Forfeiture of benefits in a divorce means that one of the two parties within the union is ordered by the court to forfeit his or her benefits of the marriage, either wholly or in part. Before the South African Divorce Act was updated, this decision was often made according to misconduct within the marriage. Nowadays, misconduct is just one of the factors that the court will consider before making a judgement. Other factors that the court will take into account include the length of the union, as well as the circumstances that ultimately led to its end.

What You Need to Know

If a spouse is to approach the court for forfeiture of benefits, he or she needs to do so before the divorce itself is finalised. The party seeking the forfeiture will also need to provide the court with proof and full disclosure in terms of why he / she believes that he / she is entitled to the forfeiture. If the other party is indeed ordered to forfeit a patrimonial benefit, he / she will lose the right to fifty per cent of the assets in the joint estate or experience a partial loss (the exact percentage will be determined by the court).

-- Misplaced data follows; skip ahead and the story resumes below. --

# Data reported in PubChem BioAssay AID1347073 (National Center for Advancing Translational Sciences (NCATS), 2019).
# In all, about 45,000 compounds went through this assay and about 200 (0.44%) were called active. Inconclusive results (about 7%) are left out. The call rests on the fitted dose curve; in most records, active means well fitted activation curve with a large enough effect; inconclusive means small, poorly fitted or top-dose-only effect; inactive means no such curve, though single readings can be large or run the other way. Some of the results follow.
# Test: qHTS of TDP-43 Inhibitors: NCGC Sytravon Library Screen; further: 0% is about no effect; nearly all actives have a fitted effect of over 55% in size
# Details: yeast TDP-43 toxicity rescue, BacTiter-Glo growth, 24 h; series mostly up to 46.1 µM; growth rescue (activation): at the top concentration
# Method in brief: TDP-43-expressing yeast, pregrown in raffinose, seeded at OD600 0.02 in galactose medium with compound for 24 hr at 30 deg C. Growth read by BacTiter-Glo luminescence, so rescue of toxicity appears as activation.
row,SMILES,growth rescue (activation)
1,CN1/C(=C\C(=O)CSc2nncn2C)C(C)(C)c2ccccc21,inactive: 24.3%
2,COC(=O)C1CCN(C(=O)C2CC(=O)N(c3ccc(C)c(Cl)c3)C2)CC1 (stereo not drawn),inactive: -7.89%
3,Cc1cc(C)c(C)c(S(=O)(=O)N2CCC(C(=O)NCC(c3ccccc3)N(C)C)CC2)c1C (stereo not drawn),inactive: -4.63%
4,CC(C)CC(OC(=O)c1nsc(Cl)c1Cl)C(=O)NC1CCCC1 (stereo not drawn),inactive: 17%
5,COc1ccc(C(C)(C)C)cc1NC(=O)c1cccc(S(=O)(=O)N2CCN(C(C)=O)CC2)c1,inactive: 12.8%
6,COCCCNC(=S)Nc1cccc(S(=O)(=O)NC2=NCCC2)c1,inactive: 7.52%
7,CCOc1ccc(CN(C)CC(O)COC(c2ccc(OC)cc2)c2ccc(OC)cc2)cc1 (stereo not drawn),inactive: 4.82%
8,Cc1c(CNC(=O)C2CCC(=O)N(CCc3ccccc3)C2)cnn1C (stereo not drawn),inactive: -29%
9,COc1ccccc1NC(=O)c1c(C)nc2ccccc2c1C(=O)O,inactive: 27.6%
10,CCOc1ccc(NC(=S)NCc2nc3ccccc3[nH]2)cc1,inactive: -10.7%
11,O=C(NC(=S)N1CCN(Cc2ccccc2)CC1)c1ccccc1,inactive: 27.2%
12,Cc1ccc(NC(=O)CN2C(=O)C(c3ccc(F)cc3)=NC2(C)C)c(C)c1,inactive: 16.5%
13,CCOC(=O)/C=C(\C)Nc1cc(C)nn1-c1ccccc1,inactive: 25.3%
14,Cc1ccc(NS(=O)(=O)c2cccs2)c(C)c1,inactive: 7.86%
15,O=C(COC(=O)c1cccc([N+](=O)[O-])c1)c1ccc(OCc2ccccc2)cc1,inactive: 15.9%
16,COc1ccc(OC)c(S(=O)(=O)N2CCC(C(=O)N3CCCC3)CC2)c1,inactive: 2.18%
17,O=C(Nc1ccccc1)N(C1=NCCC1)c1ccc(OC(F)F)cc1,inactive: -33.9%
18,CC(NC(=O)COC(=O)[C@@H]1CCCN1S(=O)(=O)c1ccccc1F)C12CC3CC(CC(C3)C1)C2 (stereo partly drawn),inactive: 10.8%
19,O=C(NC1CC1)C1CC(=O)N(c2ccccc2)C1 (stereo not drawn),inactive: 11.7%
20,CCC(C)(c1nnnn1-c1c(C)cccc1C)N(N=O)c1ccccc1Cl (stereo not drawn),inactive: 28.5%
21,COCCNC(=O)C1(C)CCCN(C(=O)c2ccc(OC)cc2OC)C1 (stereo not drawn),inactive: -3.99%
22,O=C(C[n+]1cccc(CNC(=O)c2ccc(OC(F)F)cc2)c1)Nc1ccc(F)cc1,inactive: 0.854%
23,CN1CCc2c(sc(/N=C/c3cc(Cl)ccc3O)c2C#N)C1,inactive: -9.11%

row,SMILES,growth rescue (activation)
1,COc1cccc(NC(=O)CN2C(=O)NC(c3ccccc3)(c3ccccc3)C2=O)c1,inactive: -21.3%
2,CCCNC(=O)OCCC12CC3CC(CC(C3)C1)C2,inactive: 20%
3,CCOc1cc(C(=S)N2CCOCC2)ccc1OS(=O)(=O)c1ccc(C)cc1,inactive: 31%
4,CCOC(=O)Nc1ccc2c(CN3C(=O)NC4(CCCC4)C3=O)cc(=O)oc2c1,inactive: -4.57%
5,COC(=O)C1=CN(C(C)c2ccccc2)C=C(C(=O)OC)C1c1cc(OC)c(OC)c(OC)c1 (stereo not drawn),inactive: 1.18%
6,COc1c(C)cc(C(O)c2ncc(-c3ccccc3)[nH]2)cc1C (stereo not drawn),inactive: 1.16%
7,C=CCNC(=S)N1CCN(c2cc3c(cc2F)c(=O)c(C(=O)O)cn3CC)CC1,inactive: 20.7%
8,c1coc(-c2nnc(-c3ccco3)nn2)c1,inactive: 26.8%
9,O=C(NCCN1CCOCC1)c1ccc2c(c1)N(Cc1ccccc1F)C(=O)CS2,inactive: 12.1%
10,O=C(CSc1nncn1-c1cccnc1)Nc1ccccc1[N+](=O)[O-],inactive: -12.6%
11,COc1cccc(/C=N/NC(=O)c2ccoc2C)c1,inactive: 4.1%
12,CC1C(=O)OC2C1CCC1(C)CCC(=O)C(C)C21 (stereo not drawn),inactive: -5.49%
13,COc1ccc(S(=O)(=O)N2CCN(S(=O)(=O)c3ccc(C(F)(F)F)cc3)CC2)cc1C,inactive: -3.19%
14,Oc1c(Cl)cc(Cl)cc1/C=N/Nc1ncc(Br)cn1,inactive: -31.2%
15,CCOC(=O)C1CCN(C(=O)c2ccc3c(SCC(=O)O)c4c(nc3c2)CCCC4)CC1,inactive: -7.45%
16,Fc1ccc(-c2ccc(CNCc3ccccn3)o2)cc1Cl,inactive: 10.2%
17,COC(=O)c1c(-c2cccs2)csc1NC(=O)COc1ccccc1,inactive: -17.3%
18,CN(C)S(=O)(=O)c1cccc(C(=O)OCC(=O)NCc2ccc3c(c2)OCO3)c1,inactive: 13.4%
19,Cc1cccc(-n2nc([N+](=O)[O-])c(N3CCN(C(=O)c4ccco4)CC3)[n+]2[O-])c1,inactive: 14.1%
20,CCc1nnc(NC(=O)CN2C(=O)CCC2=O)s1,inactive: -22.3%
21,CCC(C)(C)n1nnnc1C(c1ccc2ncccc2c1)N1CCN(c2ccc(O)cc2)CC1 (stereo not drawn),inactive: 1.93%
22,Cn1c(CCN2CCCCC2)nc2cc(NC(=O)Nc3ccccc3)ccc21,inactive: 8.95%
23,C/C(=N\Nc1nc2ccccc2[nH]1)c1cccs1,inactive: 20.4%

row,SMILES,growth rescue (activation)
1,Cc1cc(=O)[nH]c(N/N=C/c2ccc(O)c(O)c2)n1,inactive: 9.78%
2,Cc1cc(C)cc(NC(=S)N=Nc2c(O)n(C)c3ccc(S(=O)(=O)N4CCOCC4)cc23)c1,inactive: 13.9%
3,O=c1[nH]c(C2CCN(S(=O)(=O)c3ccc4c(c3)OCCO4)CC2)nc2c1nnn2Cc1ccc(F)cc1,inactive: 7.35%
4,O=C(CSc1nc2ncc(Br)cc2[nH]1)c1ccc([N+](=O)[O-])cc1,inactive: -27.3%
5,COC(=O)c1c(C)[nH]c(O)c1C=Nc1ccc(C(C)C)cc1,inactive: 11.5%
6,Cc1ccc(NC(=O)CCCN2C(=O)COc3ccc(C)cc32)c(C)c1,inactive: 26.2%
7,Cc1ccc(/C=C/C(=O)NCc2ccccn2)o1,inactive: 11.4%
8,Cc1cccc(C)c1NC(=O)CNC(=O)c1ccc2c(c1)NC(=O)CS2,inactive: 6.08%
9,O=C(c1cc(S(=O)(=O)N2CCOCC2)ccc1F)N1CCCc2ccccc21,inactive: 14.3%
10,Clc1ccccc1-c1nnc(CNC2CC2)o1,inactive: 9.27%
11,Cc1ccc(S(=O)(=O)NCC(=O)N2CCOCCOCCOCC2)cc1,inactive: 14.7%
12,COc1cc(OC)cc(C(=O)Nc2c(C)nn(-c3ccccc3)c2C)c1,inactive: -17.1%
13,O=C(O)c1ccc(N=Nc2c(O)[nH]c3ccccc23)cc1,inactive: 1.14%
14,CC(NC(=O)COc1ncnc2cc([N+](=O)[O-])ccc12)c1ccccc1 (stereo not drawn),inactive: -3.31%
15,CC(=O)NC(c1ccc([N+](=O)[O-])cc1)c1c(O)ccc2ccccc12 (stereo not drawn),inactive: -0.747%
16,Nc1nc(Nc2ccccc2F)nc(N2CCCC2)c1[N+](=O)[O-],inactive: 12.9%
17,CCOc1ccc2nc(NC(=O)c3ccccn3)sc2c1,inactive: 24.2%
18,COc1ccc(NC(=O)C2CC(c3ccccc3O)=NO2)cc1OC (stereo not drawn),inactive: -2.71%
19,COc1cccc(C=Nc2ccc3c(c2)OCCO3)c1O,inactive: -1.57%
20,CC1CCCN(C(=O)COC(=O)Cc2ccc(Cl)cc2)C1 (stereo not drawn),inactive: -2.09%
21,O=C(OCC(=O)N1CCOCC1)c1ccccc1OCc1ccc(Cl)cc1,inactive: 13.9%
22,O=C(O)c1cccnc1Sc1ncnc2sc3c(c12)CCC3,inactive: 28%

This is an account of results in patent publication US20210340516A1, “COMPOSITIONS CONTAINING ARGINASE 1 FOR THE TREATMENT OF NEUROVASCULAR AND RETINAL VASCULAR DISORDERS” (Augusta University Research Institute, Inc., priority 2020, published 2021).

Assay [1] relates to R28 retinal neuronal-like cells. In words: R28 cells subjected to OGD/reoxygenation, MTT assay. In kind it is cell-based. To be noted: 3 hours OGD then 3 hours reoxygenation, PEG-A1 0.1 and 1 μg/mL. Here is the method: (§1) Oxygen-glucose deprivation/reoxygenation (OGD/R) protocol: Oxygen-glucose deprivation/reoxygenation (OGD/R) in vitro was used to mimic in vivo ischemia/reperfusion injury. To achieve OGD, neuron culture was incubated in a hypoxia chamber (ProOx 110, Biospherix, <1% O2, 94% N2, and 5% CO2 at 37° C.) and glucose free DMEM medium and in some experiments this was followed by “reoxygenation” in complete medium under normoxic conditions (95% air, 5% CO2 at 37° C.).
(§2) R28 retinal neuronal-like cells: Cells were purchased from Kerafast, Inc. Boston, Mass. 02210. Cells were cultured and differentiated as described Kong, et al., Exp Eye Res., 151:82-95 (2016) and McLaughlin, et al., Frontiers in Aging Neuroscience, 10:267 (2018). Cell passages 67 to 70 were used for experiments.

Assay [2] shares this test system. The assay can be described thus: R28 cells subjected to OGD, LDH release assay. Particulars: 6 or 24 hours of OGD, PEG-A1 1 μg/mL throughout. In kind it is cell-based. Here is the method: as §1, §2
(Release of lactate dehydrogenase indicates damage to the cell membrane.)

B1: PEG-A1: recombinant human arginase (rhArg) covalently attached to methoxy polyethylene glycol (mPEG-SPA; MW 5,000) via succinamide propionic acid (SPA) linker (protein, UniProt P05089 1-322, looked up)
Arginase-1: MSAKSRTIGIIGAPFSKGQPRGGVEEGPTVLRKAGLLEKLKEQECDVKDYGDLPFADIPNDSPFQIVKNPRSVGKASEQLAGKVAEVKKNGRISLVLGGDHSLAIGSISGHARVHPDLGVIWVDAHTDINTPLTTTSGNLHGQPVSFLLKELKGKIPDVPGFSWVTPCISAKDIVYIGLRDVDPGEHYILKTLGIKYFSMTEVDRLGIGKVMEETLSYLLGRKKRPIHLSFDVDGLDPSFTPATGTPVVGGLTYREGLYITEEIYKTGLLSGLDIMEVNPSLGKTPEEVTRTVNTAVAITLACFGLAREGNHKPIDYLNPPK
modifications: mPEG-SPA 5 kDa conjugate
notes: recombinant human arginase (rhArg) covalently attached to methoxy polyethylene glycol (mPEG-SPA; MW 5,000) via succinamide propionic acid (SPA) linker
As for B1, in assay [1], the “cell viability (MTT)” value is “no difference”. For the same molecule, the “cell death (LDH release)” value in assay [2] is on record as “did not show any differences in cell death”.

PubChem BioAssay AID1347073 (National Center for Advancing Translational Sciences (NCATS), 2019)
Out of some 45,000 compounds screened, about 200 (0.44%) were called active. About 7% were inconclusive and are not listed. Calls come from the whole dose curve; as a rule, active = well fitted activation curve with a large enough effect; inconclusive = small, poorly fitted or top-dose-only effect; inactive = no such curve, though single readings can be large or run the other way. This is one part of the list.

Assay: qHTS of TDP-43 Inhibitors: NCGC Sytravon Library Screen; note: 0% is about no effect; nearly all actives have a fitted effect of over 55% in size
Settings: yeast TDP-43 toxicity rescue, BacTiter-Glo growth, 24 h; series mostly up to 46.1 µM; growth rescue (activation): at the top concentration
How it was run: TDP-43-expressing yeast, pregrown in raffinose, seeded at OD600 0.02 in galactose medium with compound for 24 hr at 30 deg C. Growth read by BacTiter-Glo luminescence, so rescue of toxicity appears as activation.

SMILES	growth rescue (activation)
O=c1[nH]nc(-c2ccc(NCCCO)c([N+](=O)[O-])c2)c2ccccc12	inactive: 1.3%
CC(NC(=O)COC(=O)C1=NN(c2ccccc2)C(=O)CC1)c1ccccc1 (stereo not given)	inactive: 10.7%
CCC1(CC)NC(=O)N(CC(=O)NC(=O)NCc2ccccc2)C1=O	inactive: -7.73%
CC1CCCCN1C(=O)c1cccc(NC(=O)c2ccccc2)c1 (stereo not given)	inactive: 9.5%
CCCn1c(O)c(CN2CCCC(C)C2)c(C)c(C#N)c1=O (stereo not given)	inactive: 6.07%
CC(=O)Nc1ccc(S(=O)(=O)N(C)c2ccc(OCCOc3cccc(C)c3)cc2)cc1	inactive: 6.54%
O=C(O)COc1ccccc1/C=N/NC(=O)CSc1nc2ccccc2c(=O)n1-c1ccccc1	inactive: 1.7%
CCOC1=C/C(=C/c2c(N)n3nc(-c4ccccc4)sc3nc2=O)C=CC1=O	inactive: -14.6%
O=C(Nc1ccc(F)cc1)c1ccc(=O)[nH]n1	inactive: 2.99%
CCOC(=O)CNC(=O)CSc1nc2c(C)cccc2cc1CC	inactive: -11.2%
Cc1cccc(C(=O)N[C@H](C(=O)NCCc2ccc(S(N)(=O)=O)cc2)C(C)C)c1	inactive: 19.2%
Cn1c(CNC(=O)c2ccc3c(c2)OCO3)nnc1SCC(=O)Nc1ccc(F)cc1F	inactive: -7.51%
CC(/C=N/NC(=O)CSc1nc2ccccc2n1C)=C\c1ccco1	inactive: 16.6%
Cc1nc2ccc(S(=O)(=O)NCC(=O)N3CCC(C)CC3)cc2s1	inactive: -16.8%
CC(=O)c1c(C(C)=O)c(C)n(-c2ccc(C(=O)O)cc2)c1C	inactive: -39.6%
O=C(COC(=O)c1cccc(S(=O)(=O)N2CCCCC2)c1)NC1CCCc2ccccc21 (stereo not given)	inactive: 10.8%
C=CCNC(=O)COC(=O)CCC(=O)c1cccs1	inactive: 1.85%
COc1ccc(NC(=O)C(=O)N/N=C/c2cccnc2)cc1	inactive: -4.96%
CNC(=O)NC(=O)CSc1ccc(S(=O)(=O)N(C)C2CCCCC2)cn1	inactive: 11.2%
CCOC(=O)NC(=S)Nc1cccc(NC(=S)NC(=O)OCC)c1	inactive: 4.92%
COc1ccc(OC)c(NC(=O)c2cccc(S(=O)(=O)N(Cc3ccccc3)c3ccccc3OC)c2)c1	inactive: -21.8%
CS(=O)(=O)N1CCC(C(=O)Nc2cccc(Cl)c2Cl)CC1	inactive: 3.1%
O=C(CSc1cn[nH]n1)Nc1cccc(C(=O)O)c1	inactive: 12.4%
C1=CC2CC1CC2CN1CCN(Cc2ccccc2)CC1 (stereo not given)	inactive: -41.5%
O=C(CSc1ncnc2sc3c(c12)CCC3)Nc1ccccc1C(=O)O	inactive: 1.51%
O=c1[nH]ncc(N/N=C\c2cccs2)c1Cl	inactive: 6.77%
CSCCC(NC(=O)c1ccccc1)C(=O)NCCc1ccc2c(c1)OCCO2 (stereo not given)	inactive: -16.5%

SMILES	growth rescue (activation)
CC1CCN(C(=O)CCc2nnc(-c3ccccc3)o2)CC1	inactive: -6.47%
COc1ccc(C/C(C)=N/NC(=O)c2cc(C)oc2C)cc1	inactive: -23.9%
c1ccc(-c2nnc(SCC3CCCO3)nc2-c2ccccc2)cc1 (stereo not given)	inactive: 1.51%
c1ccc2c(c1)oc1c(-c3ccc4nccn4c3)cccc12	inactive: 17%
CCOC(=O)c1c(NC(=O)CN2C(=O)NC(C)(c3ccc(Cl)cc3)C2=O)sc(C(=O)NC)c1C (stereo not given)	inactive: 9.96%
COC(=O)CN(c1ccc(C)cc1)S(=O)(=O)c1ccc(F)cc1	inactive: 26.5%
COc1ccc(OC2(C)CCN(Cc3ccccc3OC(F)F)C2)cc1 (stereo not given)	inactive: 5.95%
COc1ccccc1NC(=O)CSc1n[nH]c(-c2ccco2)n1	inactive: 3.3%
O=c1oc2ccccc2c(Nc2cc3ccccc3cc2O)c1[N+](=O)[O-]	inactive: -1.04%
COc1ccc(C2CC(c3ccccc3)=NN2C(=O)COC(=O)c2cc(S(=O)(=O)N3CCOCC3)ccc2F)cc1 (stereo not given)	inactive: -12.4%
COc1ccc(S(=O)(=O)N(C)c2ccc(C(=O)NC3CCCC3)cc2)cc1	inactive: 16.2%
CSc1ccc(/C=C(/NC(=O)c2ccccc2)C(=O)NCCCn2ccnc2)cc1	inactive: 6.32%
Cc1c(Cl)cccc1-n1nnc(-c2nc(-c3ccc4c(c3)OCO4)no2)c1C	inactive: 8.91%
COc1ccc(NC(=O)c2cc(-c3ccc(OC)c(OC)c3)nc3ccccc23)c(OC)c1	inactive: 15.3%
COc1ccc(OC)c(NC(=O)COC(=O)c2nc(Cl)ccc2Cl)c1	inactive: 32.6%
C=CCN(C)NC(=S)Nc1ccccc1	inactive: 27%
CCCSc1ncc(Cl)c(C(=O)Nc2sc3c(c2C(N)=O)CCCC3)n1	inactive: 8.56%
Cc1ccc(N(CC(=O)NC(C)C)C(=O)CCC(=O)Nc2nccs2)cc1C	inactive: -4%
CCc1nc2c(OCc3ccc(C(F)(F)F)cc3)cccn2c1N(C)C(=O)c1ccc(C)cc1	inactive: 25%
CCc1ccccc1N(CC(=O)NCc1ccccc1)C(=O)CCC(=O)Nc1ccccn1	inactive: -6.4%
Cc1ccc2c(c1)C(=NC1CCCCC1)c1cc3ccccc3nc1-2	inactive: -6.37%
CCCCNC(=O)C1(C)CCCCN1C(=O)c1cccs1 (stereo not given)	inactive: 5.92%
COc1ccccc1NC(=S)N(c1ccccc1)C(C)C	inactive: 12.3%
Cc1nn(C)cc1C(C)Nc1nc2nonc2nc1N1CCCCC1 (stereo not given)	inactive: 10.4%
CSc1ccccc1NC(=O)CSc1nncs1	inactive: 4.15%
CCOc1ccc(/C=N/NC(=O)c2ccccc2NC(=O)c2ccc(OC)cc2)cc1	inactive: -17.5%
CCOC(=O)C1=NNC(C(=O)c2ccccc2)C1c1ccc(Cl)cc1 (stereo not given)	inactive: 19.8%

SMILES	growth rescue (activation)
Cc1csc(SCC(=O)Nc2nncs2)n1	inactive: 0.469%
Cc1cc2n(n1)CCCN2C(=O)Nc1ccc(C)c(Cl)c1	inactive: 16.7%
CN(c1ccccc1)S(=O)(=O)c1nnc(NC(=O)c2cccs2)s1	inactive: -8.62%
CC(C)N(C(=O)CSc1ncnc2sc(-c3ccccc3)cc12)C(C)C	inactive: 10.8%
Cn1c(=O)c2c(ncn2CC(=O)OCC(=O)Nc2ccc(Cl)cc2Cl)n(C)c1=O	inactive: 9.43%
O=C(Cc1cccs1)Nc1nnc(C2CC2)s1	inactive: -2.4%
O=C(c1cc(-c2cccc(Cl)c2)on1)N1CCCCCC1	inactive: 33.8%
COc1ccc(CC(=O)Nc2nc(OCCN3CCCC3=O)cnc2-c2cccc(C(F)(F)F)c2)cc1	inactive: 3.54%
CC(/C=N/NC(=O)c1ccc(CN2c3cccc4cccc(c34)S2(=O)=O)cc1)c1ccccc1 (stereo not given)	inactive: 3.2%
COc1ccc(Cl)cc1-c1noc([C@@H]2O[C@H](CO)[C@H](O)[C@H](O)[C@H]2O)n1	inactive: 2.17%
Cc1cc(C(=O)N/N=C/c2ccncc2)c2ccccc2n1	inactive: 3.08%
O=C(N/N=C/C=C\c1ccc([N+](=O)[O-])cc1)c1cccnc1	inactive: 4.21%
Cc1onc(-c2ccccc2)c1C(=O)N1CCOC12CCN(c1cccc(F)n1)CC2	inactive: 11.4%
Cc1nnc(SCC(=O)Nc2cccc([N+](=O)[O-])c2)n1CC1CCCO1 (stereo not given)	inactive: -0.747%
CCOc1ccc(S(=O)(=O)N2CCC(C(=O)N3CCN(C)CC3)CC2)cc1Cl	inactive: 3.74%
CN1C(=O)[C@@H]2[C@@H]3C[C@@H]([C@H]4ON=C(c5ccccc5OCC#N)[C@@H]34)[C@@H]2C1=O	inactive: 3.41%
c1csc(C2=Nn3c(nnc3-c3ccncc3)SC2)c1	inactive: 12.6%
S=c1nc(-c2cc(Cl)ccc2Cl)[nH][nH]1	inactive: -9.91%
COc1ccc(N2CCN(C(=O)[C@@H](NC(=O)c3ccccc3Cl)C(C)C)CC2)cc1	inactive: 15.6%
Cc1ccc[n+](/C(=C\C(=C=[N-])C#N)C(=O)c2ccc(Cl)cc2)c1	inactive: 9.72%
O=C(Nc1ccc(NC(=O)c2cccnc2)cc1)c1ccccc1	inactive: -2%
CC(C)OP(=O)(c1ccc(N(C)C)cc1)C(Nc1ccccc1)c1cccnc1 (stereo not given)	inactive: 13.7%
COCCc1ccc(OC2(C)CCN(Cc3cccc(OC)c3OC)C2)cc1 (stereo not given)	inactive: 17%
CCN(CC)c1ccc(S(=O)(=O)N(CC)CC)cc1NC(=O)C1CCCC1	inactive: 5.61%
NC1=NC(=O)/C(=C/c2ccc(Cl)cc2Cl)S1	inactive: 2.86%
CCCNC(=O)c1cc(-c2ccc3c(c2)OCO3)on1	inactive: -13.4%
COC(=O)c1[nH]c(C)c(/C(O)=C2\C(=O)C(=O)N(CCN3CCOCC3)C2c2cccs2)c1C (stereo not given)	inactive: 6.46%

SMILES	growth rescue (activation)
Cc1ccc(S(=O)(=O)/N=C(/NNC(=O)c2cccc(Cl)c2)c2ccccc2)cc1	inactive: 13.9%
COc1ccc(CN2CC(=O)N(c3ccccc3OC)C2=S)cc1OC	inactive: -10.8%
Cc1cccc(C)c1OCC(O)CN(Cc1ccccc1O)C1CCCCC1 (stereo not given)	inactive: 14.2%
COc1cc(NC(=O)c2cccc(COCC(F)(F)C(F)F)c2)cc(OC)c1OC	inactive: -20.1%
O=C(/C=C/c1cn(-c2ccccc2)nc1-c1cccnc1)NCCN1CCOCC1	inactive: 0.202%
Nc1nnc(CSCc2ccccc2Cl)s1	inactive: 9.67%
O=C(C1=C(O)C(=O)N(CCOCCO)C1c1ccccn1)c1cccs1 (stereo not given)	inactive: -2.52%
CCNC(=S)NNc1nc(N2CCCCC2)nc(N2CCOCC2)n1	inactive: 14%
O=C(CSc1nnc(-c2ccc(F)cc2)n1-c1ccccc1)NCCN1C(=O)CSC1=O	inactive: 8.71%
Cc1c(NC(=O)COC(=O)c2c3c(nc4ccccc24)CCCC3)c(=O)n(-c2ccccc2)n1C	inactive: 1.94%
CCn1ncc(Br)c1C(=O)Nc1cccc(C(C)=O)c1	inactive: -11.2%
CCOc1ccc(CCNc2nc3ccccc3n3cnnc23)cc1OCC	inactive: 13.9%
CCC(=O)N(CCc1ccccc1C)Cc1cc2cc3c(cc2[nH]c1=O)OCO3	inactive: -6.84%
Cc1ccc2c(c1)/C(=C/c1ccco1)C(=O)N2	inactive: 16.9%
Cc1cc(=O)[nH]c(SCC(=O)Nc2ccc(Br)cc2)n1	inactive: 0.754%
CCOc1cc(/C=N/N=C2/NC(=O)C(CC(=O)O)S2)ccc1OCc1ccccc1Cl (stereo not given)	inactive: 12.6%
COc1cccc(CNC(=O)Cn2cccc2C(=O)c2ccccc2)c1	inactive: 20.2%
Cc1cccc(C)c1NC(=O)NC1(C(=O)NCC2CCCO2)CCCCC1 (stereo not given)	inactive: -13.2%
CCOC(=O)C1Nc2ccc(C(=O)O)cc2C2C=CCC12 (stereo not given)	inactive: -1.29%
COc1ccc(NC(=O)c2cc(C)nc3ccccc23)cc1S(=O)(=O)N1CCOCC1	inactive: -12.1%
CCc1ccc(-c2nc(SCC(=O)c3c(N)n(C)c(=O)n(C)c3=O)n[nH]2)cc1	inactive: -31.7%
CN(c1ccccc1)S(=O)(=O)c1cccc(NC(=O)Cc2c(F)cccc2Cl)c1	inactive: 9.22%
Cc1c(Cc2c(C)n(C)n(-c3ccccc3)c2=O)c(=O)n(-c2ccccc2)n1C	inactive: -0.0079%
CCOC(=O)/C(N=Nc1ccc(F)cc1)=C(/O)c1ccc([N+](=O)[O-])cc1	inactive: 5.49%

Marriage In and Out of Community of Property

Many mistakenly think that forfeiture of benefits only applies to those marriages in community of property. However, this is not the case. Forfeiture of benefits applies to marriages in community of property as well as marriages out of community of property with the inclusion of the accrual system.

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